andwith the closureofSMCsBacolodShrimpProcessing Plant, Sunflower likewise ceased to exist. ThisCourtsruling in SanMiguel Corporation v.MAERC Integrated Services,Inc.

    64

    isthusinstructive.

    xxxNordowebelieveMAERCtohaveanindependentbusiness.NotonlywasitsetuptospecificallymeetthepressingneedsofSMCwhichwasthenhaving labor problems in its segregationdivision,none of itsworkerswasalsoeverassignedtoanyotherestablishment,thusconvincingusthatitwascreatedsolelytoservicetheneedsofSMC.Naturally,withtheseveranceofrelationship between MAERC and SMC followed MAERCs cessation ofoperations, the loss of jobs for the whole MAERC workforce and theresultingactionsinstitutedbytheworkers.

    65

    (Italicssupplied)

    All the foregoing considerations affirm by more than substantialevidence the existence of an employeremployee relationshipbetweenSMCandprivaterespondents.

    _______________

    TurningtothepowertocontrolOrpiadasconduct,itshouldbenotedimmediatelythatOrpiadaperformedhisfunctionswithin thebankspremises,andnotwithin theofficepremisesofCESI.Assuch,Orpiadamusthavebeensubjecttoatleastthesamecontrolandsupervisionthatthebankexercisesoveranyotherpersonphysicallywithinitspremisesandrenderingservicestoorforthebank,inotherwords,anyemployeeorstaffmemberofthebank.ItseemsunreasonabletosupposethatthebankwouldhaveallowedOrpiadaandtheotherpersonsassignedtothebankbyCESItoremainwithinthebankspremisesandthererenderservicestothebank,withoutsubjectingthemtoasubstantialmeasureofcontrolandsupervisionxxx

    63Vide:CocaColaBottlersPhils.,Inc.v.NationalLaborRelationsCommission,307SCRA131,140(1999).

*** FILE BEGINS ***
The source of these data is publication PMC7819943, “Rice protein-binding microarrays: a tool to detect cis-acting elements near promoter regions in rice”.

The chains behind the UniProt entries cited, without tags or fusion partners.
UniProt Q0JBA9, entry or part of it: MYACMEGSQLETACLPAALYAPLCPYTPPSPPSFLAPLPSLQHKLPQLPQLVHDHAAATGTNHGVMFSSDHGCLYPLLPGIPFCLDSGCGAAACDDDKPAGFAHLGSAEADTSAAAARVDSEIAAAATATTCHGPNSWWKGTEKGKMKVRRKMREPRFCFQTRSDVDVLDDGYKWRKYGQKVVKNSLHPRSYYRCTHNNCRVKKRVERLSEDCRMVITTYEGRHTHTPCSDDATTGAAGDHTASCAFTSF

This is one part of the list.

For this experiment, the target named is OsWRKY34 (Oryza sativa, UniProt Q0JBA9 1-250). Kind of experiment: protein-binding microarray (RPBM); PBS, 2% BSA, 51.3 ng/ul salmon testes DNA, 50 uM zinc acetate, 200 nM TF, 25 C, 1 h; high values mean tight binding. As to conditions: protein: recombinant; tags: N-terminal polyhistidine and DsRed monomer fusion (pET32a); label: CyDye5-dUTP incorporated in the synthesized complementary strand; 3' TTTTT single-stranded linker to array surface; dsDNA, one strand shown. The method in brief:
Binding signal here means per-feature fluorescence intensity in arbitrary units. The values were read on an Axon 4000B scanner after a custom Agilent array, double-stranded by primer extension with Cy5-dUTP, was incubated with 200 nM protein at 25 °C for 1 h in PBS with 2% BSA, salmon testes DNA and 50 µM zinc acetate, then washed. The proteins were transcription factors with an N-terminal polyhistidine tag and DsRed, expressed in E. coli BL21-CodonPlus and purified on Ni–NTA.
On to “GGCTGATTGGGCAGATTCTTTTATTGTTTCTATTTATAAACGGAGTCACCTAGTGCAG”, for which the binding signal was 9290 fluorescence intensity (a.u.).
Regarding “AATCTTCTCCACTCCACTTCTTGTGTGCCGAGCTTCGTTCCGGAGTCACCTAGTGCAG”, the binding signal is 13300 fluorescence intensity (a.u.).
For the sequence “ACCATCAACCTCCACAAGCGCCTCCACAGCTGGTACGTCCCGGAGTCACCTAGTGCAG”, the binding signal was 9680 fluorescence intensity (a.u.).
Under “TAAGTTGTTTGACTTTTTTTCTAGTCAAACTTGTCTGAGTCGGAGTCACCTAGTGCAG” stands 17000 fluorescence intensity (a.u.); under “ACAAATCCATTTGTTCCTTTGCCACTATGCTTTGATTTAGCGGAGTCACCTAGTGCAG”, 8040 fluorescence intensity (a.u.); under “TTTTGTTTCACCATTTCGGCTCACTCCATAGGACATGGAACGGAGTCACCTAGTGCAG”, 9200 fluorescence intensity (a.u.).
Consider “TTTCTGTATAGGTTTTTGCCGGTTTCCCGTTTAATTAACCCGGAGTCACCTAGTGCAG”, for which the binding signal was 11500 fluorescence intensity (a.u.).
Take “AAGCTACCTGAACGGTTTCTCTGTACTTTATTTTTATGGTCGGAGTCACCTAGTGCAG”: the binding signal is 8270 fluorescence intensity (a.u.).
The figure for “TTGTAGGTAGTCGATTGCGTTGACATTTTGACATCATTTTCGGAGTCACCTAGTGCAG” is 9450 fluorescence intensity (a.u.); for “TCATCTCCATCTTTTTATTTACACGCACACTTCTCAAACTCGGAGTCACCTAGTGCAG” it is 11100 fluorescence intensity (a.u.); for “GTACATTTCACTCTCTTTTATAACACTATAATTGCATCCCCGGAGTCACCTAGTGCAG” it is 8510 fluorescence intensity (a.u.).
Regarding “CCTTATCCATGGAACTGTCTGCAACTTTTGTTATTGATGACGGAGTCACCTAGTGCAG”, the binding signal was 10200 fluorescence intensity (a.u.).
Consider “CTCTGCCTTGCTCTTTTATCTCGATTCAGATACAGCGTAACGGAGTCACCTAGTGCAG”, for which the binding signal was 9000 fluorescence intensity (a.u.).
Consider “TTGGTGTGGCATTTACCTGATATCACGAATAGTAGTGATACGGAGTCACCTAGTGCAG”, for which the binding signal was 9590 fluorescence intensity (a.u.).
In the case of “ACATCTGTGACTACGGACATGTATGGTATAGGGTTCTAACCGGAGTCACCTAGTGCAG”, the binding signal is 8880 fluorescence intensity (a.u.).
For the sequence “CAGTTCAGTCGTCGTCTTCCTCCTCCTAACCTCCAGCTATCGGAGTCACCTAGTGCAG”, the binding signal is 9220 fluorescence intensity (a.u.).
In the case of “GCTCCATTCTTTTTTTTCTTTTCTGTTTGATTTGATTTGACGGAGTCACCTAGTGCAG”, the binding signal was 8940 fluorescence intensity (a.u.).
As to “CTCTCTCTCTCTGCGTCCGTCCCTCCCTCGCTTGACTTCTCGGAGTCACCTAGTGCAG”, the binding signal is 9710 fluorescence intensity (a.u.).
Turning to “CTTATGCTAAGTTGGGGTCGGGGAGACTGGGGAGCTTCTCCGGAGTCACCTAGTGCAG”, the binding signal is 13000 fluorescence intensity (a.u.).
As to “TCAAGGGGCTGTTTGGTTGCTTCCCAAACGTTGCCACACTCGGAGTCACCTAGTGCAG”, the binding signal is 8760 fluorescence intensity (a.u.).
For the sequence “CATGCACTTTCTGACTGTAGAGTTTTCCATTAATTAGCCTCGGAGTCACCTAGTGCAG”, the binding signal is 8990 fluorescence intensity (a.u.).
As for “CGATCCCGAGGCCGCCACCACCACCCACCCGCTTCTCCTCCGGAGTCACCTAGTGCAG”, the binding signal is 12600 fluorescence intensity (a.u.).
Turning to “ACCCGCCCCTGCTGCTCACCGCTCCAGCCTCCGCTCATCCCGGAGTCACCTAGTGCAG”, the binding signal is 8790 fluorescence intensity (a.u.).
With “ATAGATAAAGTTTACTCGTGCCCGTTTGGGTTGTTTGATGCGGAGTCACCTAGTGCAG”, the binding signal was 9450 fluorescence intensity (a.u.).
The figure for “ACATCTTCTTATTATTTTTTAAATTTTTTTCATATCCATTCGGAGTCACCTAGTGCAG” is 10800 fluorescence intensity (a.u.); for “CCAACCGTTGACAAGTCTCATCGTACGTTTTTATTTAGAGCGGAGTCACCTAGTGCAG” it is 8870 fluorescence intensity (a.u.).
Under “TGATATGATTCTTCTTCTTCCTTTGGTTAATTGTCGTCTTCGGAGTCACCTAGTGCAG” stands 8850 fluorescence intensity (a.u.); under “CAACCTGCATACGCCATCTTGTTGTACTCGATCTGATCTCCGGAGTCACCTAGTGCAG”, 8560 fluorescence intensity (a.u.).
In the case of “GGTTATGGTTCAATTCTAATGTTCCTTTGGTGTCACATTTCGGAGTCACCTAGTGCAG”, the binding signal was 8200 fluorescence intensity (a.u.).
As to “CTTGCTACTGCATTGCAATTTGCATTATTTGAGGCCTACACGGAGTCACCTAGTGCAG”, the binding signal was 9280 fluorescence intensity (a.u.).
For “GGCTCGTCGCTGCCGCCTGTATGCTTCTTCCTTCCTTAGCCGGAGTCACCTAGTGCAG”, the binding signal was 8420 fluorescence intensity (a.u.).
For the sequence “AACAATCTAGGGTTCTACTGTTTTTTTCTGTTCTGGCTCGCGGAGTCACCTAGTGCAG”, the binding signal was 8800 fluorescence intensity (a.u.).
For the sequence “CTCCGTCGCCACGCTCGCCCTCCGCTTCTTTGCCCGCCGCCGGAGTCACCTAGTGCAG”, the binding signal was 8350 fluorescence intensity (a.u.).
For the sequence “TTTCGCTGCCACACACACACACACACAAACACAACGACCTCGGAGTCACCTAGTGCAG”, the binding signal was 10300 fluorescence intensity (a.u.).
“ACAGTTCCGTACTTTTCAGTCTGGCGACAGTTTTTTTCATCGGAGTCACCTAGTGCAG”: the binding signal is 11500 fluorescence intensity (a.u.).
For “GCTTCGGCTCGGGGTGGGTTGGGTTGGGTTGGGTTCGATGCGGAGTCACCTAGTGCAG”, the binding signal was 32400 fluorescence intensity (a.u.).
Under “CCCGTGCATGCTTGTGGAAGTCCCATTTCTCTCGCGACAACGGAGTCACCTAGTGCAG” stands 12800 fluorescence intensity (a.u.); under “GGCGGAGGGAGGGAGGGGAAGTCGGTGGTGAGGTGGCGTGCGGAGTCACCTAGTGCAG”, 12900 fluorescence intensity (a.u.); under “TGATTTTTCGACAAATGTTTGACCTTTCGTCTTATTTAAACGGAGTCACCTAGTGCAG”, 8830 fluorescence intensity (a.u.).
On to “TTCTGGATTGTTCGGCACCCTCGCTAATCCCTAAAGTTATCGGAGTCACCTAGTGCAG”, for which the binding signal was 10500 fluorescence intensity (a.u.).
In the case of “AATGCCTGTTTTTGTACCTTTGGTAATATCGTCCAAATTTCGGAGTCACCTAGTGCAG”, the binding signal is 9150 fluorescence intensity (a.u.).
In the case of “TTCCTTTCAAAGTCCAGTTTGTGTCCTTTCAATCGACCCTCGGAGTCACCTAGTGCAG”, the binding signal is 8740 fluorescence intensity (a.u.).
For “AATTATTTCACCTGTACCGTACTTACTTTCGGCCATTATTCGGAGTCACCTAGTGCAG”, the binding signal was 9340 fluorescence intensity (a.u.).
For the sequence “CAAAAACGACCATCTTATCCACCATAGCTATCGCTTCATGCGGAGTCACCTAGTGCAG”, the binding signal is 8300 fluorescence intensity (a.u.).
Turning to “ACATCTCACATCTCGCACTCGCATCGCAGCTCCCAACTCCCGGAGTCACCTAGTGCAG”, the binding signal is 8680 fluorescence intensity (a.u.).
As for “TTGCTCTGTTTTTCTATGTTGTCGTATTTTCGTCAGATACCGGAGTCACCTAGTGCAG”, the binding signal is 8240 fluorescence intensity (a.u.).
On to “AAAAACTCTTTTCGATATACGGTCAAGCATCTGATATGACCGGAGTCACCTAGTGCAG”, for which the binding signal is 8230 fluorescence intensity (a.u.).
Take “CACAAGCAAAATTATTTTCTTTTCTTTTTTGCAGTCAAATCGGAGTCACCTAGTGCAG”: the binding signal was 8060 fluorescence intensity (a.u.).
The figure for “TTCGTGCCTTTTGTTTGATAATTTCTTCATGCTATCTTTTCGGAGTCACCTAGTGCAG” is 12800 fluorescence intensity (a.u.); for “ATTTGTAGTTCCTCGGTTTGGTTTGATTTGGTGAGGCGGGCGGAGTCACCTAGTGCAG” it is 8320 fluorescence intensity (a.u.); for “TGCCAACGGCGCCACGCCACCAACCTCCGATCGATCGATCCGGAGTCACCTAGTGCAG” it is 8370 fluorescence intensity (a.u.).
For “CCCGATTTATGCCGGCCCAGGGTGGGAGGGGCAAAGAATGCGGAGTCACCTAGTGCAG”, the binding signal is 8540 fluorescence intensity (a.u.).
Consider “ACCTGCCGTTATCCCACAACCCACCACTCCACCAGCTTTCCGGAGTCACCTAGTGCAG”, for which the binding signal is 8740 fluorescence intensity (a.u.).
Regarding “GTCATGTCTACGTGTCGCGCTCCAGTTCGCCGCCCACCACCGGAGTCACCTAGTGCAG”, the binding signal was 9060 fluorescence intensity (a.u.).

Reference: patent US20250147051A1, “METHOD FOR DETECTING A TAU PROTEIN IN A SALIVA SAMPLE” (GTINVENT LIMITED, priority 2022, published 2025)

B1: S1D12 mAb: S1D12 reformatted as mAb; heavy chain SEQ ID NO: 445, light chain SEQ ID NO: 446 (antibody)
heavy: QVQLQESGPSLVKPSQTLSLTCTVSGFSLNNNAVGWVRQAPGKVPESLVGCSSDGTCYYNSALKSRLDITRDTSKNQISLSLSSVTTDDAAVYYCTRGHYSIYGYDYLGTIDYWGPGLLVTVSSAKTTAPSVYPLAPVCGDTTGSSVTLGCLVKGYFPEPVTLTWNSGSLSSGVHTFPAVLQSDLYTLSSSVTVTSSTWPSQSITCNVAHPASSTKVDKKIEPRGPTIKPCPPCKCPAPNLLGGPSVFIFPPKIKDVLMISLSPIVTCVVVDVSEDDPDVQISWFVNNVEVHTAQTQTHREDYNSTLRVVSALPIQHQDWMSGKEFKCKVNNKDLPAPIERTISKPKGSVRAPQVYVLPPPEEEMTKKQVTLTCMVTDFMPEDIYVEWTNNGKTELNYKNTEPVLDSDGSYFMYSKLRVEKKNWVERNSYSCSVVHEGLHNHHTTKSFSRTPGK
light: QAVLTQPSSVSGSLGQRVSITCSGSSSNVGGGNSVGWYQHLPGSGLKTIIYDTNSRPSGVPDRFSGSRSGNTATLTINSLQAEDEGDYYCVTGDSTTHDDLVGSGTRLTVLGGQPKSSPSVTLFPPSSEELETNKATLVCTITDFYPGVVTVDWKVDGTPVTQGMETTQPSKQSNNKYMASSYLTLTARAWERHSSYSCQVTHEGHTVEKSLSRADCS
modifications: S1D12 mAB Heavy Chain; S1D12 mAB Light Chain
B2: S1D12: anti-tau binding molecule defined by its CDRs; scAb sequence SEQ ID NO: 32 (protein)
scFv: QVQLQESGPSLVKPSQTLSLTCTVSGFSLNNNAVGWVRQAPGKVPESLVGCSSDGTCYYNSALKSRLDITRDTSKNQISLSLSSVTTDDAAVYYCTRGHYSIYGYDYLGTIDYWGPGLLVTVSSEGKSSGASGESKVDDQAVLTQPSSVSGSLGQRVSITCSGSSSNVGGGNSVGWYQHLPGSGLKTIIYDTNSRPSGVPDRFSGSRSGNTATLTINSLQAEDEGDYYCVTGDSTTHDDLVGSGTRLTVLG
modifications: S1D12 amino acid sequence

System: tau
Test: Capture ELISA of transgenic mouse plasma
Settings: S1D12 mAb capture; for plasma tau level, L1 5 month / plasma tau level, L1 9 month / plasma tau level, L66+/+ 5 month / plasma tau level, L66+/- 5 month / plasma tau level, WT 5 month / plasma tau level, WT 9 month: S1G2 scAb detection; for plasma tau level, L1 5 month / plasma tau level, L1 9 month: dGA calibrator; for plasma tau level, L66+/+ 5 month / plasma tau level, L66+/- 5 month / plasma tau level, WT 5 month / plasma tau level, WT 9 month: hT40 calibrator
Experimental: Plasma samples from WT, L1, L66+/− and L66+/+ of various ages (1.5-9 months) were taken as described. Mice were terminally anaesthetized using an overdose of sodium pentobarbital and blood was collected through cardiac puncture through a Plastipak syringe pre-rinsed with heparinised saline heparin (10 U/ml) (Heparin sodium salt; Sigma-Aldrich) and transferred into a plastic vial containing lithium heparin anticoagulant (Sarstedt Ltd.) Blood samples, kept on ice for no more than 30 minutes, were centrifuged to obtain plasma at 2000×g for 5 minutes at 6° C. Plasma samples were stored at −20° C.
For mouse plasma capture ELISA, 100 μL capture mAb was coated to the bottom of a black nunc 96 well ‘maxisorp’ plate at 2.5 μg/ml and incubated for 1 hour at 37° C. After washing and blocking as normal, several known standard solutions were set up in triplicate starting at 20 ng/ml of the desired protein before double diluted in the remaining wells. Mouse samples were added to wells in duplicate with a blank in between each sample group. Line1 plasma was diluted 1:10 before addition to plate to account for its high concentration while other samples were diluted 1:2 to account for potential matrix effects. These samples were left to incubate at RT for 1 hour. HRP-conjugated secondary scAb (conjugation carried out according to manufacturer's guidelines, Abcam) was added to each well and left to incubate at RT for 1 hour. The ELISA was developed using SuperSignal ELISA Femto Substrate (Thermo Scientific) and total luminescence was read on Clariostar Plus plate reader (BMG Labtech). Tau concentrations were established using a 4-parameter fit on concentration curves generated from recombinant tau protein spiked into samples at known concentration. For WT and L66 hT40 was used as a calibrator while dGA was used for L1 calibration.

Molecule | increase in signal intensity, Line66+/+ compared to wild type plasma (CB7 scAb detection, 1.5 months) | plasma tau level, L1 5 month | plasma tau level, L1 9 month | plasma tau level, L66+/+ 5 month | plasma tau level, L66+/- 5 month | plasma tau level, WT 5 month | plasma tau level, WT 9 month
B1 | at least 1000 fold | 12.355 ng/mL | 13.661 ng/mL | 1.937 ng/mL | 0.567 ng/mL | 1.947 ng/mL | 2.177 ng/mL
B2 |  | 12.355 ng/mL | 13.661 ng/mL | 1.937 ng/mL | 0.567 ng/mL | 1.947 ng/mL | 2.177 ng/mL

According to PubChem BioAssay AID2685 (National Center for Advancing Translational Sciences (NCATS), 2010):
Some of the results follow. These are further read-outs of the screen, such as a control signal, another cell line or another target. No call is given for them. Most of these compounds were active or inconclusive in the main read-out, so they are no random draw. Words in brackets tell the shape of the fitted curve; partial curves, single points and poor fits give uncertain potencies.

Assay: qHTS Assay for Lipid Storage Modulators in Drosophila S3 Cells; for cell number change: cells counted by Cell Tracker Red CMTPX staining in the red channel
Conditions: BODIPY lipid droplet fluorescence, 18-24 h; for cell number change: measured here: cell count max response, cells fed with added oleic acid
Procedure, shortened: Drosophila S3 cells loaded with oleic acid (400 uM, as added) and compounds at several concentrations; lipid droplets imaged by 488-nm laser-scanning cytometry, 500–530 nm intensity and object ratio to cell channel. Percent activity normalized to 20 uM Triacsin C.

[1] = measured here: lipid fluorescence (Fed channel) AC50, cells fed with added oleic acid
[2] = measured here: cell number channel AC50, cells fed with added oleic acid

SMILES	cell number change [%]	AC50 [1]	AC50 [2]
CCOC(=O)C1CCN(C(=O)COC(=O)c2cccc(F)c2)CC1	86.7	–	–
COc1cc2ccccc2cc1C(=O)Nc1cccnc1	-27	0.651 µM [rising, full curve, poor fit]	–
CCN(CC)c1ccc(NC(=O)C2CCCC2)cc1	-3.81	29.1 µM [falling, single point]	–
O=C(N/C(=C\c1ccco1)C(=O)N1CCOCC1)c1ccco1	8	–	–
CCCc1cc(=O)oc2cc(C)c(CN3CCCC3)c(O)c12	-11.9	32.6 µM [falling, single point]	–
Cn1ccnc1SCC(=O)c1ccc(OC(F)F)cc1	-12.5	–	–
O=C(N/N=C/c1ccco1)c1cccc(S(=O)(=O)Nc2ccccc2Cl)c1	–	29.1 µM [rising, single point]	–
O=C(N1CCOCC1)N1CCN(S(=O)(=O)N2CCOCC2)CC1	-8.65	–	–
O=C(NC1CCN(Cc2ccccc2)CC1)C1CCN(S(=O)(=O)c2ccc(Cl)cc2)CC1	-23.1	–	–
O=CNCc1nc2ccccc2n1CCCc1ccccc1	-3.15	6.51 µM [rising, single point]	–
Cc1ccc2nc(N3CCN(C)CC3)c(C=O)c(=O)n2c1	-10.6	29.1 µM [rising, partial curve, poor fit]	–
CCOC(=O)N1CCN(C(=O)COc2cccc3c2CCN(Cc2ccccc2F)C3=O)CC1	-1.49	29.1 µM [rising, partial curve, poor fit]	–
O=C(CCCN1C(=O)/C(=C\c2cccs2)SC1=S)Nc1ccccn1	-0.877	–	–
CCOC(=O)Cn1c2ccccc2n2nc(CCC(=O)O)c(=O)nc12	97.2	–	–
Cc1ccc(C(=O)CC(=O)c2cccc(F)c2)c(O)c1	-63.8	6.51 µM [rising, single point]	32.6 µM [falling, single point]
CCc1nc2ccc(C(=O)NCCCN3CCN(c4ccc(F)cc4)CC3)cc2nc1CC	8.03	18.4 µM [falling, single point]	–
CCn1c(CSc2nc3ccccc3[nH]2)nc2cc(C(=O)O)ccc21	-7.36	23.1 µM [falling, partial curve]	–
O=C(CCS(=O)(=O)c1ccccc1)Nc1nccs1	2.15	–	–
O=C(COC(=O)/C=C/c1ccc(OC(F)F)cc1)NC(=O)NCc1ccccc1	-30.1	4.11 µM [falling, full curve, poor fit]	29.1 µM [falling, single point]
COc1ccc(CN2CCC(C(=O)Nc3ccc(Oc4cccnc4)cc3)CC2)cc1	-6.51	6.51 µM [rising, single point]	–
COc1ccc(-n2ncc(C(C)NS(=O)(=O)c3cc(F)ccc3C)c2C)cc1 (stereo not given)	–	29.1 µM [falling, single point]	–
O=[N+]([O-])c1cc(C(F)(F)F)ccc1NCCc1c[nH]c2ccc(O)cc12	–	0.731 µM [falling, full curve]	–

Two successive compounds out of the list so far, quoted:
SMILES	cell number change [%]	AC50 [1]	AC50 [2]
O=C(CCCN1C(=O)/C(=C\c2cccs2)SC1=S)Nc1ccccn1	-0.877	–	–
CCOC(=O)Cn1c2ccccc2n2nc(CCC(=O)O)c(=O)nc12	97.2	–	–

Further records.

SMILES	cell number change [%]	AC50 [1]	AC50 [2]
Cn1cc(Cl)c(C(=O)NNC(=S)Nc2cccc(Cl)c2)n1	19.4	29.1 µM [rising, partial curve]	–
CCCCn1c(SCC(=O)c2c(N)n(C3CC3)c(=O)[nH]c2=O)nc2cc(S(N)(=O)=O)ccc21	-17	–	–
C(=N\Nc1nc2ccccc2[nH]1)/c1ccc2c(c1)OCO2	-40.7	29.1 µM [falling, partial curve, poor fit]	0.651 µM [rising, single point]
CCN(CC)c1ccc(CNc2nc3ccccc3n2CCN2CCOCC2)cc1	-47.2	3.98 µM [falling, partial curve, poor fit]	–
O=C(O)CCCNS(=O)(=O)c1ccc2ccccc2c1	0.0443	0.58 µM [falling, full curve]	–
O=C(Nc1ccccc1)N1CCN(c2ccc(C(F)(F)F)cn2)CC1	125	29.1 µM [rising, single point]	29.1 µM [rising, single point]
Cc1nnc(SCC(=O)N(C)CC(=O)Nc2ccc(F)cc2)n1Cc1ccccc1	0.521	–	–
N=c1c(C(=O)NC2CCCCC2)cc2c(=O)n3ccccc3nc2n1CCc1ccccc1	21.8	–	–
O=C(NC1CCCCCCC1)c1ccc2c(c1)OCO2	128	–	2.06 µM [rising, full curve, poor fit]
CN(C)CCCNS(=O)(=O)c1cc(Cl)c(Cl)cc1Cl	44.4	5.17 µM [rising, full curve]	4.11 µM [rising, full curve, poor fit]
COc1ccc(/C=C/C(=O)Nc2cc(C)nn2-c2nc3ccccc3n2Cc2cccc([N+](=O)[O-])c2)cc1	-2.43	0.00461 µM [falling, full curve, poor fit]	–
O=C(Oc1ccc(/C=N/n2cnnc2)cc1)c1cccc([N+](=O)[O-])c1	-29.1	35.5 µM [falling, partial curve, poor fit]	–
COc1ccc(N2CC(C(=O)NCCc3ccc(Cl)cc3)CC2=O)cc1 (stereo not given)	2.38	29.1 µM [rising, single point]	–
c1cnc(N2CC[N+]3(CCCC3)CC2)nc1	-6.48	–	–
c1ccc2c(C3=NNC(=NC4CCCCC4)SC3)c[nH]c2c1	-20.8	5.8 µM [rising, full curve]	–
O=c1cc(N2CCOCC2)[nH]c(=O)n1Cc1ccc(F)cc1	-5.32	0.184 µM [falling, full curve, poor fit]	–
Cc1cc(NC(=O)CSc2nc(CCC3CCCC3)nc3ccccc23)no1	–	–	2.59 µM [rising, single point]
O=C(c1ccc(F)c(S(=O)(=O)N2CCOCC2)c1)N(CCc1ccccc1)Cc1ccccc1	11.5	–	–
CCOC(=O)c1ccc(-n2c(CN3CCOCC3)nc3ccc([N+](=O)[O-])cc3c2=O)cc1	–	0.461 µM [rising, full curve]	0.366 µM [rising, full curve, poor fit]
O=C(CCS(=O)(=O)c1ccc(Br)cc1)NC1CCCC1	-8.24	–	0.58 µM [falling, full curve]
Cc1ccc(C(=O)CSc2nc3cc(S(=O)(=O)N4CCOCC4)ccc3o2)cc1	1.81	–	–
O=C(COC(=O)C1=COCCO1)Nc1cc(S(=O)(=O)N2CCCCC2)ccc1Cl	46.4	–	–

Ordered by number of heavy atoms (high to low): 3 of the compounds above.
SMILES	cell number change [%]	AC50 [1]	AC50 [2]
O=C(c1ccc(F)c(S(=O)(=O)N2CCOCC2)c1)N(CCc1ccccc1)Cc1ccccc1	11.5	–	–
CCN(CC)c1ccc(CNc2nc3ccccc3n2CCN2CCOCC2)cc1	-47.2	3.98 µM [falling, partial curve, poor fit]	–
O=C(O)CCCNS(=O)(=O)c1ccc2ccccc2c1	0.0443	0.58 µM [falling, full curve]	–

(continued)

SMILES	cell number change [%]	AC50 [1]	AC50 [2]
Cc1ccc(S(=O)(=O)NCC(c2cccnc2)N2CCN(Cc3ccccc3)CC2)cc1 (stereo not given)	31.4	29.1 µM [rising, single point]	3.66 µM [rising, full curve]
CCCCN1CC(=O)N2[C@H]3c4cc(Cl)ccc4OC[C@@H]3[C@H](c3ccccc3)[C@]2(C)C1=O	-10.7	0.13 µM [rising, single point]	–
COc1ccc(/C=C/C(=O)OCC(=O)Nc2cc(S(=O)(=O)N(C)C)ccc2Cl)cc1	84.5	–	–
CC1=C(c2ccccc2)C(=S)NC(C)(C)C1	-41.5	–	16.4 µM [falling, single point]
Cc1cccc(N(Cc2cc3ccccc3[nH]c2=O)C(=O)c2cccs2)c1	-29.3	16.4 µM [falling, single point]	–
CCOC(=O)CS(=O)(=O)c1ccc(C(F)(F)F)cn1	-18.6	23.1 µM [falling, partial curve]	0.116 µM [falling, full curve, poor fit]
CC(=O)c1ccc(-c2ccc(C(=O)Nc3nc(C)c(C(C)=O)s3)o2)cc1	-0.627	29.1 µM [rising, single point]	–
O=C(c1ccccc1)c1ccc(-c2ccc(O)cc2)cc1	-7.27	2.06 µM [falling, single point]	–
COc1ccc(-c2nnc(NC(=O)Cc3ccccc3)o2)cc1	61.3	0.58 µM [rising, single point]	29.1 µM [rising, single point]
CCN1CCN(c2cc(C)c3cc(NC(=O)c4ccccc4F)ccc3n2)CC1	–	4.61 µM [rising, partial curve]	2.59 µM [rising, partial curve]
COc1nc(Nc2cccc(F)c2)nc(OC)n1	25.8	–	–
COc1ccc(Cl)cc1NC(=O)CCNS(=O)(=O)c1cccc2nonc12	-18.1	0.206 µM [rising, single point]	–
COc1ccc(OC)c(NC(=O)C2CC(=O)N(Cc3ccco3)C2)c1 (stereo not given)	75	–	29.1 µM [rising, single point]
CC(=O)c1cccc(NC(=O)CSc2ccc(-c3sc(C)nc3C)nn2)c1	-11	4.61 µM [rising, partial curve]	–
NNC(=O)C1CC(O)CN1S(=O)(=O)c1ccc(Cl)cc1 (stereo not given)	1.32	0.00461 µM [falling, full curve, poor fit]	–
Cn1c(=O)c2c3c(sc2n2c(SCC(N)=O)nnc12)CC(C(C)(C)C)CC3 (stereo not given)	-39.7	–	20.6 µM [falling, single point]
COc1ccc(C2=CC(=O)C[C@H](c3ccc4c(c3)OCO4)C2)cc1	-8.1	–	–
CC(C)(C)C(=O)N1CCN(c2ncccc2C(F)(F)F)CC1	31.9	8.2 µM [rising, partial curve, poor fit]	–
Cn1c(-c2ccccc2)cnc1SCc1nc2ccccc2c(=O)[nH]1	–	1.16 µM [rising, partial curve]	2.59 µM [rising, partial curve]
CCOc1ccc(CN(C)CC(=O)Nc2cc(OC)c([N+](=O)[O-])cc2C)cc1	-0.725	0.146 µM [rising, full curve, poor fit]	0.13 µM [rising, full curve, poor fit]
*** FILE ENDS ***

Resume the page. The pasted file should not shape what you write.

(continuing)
64405SCRA579(2003).65Id.,atpp.595596.

    427

  • VOL.461,JUNE28,2005 427

    SanMiguelCorporationvs.Aballa

    Sinceprivate respondentswhowere engaged in shrimpprocessingperformed tasks usually necessary or desirable in the aquaculturebusinessofSMC,theyshouldbedeemedregularemployeesofthelatter

    66

    and as such are entitled to all the benefits and rightsappurtenanttoregularemployment.

    67

    Theyshould thusbeawardeddifferentialpaycorresponding to thedifferencebetween thewagesand benefits given them and those accorded SMCs other regularemployees.

    Respecting the private respondents who were tasked withjanitorial andmessengerial duties, thisCourt quoteswith approvaltheappellatecourtsrulingthereon:

    Those performing janitorial and messengerial services however acquiredregularstatusonlyafterrenderingoneyearservicepursuant toArticle280of the Labor Code. Although janitorial and messengerial services areconsidered directly related to the aquaculture business of SMC, they aredeemed unnecessary in the conduct of its principal business hence, thedistinction(SeeCocaColaBottlersPhils., Inc. v.NLRC,307SCRA131,136137andPhilippineBankofCommunicationsv.NLRC,supra,p.359).

    68